During the port briefing the night before our arrival we were told there was a possibility that high winds would prevent tender boat operations, thus cancelling the Falkland shore visits. The final decision would be made in the morning when we anchored, when the Captain could assess the conditions and forecasts.
In the morning, it appeared that the winds were favorable, so we were all at our departure assembly points waiting for our turn to board the tenders. The early tour groups actually got ashore but then the winds started picking up an the forecast was not good. The Captain decided to cancel all shore tours and recalled all who already made it ashore. Needless to say, there was a lot of disappointed passengers, but we totally respect the Captains decision. If several hundred passengers were ashore and could not be returned to the ship the whole remain cruise itinerary could have been jeopardized. In addition Port Stanley does not have hotel accommodations to handle that many people and they would have been housed in local school gyms or auditoriums.
So we left the Falklands for the two day sail to Puerto Madryn Argentina where we hope to see penguins.
It is the half way point of our South American Cruise. Nine more days to go as the sunsets on the first half of our voyage.
As we cruised south along the Clilean coast, our first port of call was Puerto Montt in what’s called Chile’s lakes region. Since there was no large dock facilities, we anchored in the harbor and used the ship’s tender boats to get ashore.
The lakes region is a popular hiking and adventure area of Chile and most of our cruise’s optional excursions were focused on high activity. There were demanding hiking tours, white water rafting and horseback riding. We decided to do the included excursion, a coach tour of the town and a visit to the small town of Puerto Varas on the shore of Lake Llanquihue, one of Chile’s largest lakes.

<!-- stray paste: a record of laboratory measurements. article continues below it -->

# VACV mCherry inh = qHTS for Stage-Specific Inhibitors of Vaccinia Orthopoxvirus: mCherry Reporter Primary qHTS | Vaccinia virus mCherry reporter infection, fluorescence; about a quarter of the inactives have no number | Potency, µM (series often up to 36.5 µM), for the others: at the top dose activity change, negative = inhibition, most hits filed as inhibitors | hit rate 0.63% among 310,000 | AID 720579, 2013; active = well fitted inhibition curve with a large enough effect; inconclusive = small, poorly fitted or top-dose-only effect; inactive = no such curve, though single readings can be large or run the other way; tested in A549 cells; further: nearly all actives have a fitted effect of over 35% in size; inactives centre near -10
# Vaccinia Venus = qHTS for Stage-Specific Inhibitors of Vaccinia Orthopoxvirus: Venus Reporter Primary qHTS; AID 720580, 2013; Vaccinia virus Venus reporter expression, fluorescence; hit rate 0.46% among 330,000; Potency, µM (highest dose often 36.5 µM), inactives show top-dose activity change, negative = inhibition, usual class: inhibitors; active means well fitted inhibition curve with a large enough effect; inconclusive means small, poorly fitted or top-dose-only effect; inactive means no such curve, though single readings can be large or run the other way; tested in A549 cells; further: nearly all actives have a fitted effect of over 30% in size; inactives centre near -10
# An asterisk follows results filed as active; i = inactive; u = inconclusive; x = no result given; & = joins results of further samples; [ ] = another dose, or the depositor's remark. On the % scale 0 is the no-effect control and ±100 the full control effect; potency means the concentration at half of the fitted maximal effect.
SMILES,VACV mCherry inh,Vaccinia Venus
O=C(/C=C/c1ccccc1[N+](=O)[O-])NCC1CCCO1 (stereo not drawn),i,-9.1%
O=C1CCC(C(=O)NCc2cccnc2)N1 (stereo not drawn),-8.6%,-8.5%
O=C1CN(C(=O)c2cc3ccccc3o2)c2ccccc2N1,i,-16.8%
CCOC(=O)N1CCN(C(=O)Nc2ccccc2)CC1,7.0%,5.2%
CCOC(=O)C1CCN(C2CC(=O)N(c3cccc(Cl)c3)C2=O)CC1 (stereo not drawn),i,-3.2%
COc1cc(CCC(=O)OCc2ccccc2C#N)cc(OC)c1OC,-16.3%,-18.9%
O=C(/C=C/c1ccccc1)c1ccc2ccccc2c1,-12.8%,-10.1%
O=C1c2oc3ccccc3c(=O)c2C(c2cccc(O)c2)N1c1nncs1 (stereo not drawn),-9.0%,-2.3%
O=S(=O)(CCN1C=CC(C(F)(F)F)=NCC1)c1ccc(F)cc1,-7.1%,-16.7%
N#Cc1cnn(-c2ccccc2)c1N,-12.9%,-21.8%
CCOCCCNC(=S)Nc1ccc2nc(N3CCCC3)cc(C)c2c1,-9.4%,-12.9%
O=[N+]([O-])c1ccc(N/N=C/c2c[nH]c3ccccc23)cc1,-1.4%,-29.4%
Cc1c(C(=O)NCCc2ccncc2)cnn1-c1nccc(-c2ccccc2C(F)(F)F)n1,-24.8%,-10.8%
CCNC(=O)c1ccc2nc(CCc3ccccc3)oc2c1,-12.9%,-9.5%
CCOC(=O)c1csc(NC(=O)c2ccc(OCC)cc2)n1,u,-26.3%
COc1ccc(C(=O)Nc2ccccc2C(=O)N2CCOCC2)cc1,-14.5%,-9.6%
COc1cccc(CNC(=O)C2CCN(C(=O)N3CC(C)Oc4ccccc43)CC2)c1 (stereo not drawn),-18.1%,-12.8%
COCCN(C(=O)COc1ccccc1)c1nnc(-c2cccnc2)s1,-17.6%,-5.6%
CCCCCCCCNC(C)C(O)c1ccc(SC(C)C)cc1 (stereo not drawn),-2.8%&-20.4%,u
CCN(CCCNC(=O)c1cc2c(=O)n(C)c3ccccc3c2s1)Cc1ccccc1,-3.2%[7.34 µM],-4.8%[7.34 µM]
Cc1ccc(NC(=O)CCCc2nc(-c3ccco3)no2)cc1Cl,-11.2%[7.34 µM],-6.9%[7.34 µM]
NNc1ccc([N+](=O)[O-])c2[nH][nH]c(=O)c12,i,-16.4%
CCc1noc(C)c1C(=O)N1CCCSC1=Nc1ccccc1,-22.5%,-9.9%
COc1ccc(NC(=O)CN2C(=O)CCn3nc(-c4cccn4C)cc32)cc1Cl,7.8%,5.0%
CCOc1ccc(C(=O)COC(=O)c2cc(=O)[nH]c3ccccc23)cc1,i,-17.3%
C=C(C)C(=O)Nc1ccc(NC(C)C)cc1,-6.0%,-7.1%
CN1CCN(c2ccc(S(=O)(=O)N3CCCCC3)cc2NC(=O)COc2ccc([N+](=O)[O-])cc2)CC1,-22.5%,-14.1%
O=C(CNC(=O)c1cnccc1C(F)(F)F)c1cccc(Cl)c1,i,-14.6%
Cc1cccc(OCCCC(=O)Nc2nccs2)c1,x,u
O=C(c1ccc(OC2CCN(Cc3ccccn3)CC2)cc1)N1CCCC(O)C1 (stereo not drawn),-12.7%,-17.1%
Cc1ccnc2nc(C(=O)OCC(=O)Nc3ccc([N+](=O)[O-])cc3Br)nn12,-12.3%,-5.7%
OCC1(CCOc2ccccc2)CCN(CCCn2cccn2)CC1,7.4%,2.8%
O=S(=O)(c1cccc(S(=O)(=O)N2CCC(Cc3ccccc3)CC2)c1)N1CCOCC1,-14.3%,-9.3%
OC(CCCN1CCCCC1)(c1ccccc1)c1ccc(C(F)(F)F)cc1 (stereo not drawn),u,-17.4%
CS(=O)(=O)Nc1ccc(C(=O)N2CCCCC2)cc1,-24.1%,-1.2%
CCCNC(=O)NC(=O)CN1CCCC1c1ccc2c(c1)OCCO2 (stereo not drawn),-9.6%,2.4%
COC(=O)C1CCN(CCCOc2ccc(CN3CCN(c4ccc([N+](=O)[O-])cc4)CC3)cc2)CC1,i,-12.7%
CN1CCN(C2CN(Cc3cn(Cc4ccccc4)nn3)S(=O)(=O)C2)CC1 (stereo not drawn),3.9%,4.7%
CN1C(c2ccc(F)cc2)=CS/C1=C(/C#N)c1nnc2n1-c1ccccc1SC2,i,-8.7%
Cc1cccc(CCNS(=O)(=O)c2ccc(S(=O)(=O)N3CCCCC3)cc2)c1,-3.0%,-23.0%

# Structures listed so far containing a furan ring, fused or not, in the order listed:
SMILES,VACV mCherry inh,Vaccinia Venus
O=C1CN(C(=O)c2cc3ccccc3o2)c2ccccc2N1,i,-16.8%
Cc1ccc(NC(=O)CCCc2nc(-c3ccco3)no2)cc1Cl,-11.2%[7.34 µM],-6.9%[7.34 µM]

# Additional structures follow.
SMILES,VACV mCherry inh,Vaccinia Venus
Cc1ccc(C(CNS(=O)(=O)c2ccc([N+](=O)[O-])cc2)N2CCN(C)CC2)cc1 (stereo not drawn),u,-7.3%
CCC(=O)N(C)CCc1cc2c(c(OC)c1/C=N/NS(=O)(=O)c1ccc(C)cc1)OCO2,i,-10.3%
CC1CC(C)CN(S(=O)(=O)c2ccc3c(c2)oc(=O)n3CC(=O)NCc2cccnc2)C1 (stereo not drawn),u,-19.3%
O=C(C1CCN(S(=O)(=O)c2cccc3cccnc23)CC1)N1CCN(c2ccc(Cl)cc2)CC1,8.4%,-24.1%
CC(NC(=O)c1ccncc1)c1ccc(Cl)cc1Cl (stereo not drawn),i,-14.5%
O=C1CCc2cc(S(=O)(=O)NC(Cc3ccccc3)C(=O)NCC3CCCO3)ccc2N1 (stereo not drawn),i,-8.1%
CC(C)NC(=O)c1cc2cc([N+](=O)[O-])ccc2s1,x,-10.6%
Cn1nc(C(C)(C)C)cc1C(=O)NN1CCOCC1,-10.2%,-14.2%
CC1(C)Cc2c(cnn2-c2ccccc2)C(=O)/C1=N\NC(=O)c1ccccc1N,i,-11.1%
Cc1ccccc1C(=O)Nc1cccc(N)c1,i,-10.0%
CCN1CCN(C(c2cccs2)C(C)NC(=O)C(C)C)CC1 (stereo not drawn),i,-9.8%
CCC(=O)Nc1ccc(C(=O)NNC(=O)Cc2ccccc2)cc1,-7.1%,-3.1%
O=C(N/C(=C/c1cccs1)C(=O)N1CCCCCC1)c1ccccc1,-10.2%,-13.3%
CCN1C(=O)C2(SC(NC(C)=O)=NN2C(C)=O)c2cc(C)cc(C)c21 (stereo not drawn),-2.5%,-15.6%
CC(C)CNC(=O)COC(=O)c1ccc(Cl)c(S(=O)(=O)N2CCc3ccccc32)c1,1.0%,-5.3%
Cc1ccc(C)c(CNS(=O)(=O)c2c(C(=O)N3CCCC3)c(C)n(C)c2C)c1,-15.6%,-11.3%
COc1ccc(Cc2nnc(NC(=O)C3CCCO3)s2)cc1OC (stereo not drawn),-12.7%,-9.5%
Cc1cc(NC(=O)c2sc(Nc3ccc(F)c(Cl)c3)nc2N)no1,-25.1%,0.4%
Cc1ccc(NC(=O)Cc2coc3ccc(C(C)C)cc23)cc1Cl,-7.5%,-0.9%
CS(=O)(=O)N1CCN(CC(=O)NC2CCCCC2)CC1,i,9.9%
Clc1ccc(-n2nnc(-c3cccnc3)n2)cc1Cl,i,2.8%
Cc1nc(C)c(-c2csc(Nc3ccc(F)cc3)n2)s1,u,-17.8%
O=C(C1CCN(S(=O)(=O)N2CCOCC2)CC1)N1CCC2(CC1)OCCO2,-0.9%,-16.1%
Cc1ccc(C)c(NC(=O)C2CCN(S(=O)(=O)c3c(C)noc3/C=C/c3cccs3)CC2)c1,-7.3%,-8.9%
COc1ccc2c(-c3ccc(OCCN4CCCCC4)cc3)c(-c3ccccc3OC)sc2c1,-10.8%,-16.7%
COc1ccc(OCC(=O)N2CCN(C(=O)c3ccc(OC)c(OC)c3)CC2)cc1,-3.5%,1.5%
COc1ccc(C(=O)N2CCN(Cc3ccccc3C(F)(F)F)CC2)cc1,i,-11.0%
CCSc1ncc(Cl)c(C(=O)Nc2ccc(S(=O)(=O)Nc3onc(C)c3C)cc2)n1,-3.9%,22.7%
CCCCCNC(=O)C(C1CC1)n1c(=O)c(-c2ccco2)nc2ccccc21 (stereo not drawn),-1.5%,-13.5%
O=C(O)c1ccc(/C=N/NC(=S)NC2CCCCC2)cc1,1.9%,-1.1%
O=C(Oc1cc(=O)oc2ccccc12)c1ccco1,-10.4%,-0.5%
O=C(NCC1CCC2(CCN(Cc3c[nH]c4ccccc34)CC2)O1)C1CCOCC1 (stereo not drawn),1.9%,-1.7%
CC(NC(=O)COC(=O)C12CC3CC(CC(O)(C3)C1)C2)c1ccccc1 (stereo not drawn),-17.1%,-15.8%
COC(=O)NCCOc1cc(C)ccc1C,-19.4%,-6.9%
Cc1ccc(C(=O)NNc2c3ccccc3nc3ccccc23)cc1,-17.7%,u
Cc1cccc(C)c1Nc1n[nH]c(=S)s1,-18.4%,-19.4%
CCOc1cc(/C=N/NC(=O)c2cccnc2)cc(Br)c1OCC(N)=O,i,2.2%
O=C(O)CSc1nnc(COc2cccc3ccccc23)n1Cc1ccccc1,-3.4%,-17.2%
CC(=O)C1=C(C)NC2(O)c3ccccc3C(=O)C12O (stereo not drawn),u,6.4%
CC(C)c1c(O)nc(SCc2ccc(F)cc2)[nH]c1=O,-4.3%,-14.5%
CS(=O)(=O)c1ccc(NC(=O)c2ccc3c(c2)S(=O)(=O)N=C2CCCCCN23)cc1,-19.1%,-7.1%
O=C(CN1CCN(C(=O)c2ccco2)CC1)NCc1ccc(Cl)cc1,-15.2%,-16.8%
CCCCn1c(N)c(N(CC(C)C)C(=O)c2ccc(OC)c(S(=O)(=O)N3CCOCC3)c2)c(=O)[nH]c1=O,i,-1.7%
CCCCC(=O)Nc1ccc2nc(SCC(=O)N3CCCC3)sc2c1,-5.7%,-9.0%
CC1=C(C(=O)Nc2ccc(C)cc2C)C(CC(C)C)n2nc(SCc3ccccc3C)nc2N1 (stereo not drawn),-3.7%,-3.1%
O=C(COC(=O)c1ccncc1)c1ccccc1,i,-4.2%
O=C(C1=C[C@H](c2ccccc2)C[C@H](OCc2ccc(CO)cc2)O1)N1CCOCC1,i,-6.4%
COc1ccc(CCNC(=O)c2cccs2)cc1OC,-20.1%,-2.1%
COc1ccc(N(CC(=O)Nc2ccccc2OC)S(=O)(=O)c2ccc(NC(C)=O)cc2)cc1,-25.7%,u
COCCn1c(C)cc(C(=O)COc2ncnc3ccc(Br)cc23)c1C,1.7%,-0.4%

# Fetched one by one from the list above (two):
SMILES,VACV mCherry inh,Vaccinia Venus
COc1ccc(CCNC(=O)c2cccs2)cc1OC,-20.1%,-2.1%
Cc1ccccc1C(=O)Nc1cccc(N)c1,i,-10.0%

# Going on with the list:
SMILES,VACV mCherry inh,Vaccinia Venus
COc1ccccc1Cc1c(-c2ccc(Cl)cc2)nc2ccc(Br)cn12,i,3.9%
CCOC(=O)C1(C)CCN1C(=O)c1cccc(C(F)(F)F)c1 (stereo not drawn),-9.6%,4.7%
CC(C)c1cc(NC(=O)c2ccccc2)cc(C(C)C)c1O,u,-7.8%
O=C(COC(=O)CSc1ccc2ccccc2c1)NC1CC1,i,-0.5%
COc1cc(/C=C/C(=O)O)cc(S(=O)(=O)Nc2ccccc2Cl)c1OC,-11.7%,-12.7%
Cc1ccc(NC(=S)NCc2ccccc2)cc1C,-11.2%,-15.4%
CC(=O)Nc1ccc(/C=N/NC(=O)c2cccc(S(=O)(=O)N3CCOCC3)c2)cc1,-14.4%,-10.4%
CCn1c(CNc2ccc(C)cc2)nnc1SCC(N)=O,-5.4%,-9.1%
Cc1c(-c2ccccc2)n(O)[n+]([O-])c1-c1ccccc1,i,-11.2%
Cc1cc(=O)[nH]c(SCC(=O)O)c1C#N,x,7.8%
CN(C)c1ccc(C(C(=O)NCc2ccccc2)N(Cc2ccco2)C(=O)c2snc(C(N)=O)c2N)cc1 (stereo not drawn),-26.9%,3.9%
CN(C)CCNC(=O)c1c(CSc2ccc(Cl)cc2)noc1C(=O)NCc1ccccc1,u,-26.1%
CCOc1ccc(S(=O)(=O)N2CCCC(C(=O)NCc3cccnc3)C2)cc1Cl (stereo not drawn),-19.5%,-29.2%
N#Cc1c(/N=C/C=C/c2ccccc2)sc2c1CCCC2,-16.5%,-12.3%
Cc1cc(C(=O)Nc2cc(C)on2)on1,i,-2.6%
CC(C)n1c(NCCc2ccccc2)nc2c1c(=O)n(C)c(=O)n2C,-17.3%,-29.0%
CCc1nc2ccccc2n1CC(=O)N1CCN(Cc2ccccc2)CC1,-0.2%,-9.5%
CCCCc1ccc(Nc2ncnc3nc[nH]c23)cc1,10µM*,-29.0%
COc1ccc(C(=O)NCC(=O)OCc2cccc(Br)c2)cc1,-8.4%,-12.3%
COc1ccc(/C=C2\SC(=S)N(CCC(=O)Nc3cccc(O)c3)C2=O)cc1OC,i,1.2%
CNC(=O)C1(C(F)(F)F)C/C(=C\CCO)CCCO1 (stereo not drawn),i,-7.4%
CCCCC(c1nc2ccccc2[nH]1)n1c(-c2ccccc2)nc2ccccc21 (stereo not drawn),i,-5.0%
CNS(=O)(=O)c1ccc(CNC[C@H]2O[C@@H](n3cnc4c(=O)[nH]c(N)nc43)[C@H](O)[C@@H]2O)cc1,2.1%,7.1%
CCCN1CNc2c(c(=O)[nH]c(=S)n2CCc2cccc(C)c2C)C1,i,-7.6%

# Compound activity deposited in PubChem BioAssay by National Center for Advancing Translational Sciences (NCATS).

Puerto Varas is a resort town that has summer activities such as boating, hiking, and water sports. There is also a winter influx because of skiing in nearby mountains.
We had an hour of free time to wander the town. The lakefront park and walkway offered some stunning views with two volcanoes in the background. The cone shaped Mt. Osorno looks very much like Japan’s Mt. Fuji.
There was a small artisan center where local handcrafted goods could be purchased. In this part of Chile many German immigrants settled in the mid 19th Century, so many of the buildings, homes and gardens maintain a German look. The local food still retains quite a bit of German influence as well.
After a few hours ashore we returned to the ship and our ship departed late afternoon to cruise south through the inner passage and Fjords, next stop, Amalia Glacier.
Amalia Glacier and beyond
Sailing south from Puerto Montt, we left the protection of the inland channel and headed out into the open Pacific. A gale force westerly wind greeted us with its accompanying 15-20ft waves which gave us a bit of a rough ride for the rest of the afternoon and overnight, but we were treated to another beautiful Pacific sunset.
The next morning we entered the shelter of another inland passage as we headed to the Amalia Glacier. This area reminds us so much of Alaska waters. The waterway is surrounded by big snow covered mountains with deep U- shaped glacial valleys and the occasional mountain Glacier. As we cruised deeper into the bay, the Amalia Glacier came into view. The Captain was able to maneuver the ship within a mile of the glacier and we hovered there for about an hour giving everyone a great view.
Leaving the glacier behind, we headed for our next destinations; Magellan Strait, Punta Arenas, Ushuaia Argentina and then around Cape Horn into the Atlantic Ocean.
Our long-anticipated Viking Ocean Cruise, “South America & the Chilean Fjords”, has begun. We left home on January 22nd departing Boston to Houston where we connected with an overnight flight to Santiago Chile.
Our airline of choice is United since we have elite status and we were able to upgrade to “Polaris” Business class. The amenities with Polaris are great, they have a special Polaris Lounge at Houston which had hot food, free drinks and very comfortable surroundings. The lay-flat seats onboard the Boeing 767 allowed us to get some sleep on the 9 hour overnight flight, arriving about 10AM local time on Jan 23rd.
Our cruise scheduled arrival date was Jan 24th, but we chose to arrive one day early, so we stayed overnight at the Holiday Inn Express Hotel right outside the baggage claim section of Santiago Int’l Airport.